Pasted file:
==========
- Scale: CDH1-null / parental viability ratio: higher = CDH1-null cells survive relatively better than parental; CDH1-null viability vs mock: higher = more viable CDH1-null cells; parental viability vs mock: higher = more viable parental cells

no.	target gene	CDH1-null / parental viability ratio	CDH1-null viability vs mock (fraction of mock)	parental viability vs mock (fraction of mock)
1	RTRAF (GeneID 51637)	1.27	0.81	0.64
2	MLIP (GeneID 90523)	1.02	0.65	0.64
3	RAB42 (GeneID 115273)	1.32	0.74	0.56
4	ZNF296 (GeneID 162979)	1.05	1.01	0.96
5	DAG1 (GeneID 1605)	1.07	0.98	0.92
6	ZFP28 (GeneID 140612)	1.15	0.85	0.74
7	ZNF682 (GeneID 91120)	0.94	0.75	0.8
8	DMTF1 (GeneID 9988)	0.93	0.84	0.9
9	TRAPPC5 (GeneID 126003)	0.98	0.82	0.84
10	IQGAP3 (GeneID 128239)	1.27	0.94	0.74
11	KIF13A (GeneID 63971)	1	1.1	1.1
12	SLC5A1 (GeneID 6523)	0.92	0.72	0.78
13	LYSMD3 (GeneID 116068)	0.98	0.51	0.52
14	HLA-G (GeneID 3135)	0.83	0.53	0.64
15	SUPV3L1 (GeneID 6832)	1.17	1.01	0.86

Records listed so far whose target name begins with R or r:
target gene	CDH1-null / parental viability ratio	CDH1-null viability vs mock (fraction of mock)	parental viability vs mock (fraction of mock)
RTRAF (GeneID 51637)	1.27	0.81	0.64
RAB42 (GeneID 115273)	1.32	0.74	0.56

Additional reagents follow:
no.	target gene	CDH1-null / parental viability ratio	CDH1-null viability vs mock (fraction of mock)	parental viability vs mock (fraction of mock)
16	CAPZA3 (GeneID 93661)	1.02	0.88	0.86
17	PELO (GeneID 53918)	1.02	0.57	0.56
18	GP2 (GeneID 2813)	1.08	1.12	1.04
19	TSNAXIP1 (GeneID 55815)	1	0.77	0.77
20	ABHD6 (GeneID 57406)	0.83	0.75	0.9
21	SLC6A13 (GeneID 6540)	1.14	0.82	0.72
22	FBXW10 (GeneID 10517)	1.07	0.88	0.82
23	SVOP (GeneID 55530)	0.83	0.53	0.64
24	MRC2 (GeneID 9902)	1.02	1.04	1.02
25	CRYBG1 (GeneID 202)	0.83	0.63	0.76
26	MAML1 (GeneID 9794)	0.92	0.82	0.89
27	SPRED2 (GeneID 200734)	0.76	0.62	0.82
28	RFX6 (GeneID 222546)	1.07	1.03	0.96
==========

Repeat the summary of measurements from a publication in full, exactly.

- Scale: CDH1-null / parental viability ratio: higher = CDH1-null cells survive relatively better than parental; CDH1-null viability vs mock: higher = more viable CDH1-null cells; parental viability vs mock: higher = more viable parental cells

no.	target gene	CDH1-null / parental viability ratio	CDH1-null viability vs mock (fraction of mock)	parental viability vs mock (fraction of mock)
1	RTRAF (GeneID 51637)	1.27	0.81	0.64
2	MLIP (GeneID 90523)	1.02	0.65	0.64
3	RAB42 (GeneID 115273)	1.32	0.74	0.56
4	ZNF296 (GeneID 162979)	1.05	1.01	0.96
5	DAG1 (GeneID 1605)	1.07	0.98	0.92
6	ZFP28 (GeneID 140612)	1.15	0.85	0.74
7	ZNF682 (GeneID 91120)	0.94	0.75	0.8
8	DMTF1 (GeneID 9988)	0.93	0.84	0.9
9	TRAPPC5 (GeneID 126003)	0.98	0.82	0.84
10	IQGAP3 (GeneID 128239)	1.27	0.94	0.74
11	KIF13A (GeneID 63971)	1	1.1	1.1
12	SLC5A1 (GeneID 6523)	0.92	0.72	0.78
13	LYSMD3 (GeneID 116068)	0.98	0.51	0.52
14	HLA-G (GeneID 3135)	0.83	0.53	0.64
15	SUPV3L1 (GeneID 6832)	1.17	1.01	0.86

Records listed so far whose target name begins with R or r:
target gene	CDH1-null / parental viability ratio	CDH1-null viability vs mock (fraction of mock)	parental viability vs mock (fraction of mock)
RTRAF (GeneID 51637)	1.27	0.81	0.64
RAB42 (GeneID 115273)	1.32	0.74	0.56

Additional reagents follow:
no.	target gene	CDH1-null / parental viability ratio	CDH1-null viability vs mock (fraction of mock)	parental viability vs mock (fraction of mock)
16	CAPZA3 (GeneID 93661)	1.02	0.88	0.86
17	PELO (GeneID 53918)	1.02	0.57	0.56
18	GP2 (GeneID 2813)	1.08	1.12	1.04
19	TSNAXIP1 (GeneID 55815)	1	0.77	0.77
20	ABHD6 (GeneID 57406)	0.83	0.75	0.9
21	SLC6A13 (GeneID 6540)	1.14	0.82	0.72
22	FBXW10 (GeneID 10517)	1.07	0.88	0.82
23	SVOP (GeneID 55530)	0.83	0.53	0.64
24	MRC2 (GeneID 9902)	1.02	1.04	1.02
25	CRYBG1 (GeneID 202)	0.83	0.63	0.76
26	MAML1 (GeneID 9794)	0.92	0.82	0.89
27	SPRED2 (GeneID 200734)	0.76	0.62	0.82
28	RFX6 (GeneID 222546)	1.07	1.03	0.96